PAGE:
Even in Tampa’s relatively mild winters, a frosty heat pump is normal. If there’s too much frost to the point of ice on the outside unit, however, there’s a heat pump problem requiring attention. Read on to learn what steps to take if your heat pump has iced over.
Why a Frosty Heat Pump?
In heat mode, the outside condensing coil becomes very cold as cold refrigerant flows through it. When outside air temperature, relative humidity and the dew point are in sync, the water vapor in the air condenses on the coil and forms frost or ice. Ice accumulation may seem unlikely with our mild Tampa temperatures, but when the outside temperature drops below 40 degrees and relative humidity is 70 percent or higher, you get ice accumulation.
Mechanical Causes for Ice
Heat pumps are designed with a defrost cycle to melt ice buildup. The sophistication of the defrost cycle depends on the heat pump’s age and features. In older heat pumps, defrost cycle generally operates on a timer, whether there’s ice or not. Newer heat pumps use sophisticated electronics to monitor ice and weather conditions, and defrost as needed. A faulty part in the defrost cycle could be preventing your heat pump from defrosting, and ice accumulates.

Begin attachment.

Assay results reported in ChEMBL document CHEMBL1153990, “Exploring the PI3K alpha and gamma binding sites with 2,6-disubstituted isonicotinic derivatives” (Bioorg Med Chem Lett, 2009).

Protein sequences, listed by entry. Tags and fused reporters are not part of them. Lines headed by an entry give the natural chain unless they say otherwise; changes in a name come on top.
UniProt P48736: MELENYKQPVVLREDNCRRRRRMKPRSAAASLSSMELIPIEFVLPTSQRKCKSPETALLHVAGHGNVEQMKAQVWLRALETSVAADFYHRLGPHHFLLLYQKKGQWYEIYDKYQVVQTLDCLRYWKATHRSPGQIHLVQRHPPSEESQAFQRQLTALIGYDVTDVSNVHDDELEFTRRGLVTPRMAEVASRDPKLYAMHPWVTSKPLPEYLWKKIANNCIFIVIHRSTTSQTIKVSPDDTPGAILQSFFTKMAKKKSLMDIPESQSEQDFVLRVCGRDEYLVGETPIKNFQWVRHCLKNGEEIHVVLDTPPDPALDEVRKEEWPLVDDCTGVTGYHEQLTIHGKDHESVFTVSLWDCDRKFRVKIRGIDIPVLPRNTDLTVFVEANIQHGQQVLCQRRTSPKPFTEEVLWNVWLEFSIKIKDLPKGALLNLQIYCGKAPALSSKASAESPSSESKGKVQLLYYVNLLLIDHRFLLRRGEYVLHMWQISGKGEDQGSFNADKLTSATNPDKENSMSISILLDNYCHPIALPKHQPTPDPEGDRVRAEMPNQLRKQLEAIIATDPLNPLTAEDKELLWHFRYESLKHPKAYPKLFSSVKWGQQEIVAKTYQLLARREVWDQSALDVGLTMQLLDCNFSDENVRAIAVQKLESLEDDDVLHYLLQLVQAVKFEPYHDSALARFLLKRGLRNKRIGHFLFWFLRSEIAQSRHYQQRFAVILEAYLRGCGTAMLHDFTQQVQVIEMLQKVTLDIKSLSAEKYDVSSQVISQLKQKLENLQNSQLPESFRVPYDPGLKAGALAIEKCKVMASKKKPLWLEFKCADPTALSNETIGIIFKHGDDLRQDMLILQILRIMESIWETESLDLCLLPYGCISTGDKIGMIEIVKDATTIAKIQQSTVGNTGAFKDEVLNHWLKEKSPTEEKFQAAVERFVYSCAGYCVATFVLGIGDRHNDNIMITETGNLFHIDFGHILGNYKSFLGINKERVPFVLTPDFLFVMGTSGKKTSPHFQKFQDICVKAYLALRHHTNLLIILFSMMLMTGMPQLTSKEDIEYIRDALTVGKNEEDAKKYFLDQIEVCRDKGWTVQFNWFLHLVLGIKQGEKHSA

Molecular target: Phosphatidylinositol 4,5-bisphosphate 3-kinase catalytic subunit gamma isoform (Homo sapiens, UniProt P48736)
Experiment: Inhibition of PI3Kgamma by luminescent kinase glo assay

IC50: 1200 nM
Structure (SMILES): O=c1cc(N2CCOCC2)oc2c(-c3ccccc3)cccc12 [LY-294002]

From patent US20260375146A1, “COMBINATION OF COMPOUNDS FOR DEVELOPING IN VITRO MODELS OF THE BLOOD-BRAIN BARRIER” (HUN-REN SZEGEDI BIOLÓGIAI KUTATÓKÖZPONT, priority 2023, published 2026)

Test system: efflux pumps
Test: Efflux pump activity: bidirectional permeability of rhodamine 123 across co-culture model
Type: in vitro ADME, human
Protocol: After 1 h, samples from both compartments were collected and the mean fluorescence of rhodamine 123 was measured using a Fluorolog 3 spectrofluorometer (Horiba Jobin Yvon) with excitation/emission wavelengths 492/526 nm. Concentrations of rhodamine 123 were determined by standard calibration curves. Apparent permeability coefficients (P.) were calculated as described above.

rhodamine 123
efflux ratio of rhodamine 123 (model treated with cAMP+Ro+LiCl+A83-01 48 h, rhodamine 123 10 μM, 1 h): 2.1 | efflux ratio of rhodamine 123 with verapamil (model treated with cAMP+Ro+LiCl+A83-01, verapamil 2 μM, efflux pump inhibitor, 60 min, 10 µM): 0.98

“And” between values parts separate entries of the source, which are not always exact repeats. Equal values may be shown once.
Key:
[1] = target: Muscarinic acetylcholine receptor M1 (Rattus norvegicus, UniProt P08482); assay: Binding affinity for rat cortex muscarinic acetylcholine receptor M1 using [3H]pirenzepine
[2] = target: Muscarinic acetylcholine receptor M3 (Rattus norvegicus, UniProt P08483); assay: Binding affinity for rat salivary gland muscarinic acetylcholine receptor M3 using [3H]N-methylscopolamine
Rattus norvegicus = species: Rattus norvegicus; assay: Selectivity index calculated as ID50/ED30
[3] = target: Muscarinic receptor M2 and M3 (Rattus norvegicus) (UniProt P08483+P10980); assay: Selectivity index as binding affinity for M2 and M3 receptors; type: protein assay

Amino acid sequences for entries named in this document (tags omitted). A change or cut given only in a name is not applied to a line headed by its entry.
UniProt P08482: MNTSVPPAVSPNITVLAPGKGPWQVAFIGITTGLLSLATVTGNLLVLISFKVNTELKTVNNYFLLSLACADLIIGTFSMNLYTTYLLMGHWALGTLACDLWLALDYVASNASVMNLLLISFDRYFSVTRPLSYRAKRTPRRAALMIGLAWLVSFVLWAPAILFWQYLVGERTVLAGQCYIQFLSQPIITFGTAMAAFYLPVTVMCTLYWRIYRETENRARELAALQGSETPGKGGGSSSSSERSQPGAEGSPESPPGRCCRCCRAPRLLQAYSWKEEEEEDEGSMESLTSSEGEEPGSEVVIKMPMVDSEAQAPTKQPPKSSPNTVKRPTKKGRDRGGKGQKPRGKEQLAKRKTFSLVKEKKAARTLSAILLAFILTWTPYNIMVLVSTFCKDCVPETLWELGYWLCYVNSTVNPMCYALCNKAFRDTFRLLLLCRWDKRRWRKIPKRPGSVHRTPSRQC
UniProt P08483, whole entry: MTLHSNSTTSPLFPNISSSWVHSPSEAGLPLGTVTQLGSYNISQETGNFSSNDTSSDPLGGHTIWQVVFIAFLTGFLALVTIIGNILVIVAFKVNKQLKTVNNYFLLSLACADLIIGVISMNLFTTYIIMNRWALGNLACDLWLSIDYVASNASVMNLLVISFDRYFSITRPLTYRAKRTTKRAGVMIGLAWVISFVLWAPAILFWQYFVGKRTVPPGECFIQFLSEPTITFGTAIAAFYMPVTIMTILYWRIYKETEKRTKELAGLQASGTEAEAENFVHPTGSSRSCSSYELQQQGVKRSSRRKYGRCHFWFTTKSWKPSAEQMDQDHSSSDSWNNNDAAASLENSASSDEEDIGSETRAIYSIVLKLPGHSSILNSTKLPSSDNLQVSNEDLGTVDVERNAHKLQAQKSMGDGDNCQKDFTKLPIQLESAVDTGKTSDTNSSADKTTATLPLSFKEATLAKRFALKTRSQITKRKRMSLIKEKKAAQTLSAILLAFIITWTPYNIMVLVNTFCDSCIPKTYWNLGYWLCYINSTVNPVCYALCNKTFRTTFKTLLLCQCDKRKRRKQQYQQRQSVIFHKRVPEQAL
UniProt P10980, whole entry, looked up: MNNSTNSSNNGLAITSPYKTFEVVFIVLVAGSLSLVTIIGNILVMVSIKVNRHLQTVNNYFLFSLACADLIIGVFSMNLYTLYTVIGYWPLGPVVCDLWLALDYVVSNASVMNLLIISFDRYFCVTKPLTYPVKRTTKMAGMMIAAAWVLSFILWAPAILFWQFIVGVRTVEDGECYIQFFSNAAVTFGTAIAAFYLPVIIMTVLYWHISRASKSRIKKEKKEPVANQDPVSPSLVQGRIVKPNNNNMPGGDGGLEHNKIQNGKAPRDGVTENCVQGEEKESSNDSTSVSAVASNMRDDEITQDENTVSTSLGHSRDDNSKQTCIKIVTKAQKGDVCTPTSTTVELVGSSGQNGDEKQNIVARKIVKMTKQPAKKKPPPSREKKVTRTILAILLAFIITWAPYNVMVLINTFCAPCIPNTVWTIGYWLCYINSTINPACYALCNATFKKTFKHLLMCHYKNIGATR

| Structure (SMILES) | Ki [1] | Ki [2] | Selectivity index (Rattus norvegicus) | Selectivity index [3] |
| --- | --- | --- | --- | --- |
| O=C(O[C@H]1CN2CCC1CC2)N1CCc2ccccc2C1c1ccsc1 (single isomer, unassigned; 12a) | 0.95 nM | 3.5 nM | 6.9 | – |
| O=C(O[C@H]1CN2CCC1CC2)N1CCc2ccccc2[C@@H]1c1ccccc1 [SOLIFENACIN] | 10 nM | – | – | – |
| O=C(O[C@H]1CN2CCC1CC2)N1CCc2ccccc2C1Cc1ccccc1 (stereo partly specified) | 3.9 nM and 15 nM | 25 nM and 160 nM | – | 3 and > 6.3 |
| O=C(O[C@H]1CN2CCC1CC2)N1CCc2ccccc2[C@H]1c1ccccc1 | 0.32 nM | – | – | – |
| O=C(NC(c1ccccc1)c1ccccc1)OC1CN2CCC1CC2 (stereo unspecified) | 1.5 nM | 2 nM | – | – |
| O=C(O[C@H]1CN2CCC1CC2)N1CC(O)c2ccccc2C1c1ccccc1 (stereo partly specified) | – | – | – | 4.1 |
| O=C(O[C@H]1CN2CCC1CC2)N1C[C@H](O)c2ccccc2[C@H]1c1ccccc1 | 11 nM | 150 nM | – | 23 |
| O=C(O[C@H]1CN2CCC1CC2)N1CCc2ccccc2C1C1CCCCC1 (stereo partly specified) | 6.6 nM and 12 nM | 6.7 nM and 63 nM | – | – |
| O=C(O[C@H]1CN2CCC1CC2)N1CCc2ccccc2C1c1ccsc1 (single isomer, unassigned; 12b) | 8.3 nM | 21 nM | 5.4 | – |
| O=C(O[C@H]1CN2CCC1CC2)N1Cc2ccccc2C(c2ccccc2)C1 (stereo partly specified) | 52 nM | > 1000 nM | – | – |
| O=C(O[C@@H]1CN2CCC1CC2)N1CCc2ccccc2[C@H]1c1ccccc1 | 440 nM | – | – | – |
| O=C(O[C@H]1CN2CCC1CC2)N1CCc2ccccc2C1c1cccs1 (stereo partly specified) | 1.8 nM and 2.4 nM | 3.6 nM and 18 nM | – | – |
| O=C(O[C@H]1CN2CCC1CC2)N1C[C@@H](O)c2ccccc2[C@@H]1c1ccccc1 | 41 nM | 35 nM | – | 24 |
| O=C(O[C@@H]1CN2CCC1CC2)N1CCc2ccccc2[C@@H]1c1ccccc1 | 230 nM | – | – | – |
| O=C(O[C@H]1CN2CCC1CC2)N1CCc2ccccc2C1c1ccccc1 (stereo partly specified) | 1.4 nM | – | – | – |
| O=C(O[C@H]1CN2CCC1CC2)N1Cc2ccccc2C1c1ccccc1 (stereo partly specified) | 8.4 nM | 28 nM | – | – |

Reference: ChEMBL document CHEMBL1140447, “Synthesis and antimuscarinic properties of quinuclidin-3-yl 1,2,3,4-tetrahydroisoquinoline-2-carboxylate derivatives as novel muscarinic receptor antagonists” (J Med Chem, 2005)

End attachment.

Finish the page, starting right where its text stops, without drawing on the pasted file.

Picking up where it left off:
Ice can snowball out of control if there’s an airflow problem. The outside unit should be free of airflow obstructions, such as vegetation, debris or barriers. Electrical contacts and relays may also cause ice to form, which may be indicated by a clicking noise. Incorrect refrigerant charge is another common culprit.
Melting the Ice
If there’s a mechanical problem with your heat pump, melting the ice manually with a garden hose, for instance, will only be a temporary fix. Sooner or later the ice will return, and you’ve got the same problem. Moreover, if you wait until the cooling months, ice may form on the indoor evaporator coil, if the problem is mechanical, and then you have no home cooling.
If your heat pump has iced over, please contact Senica Air Conditioning, Inc., Inc. to schedule an appointment.
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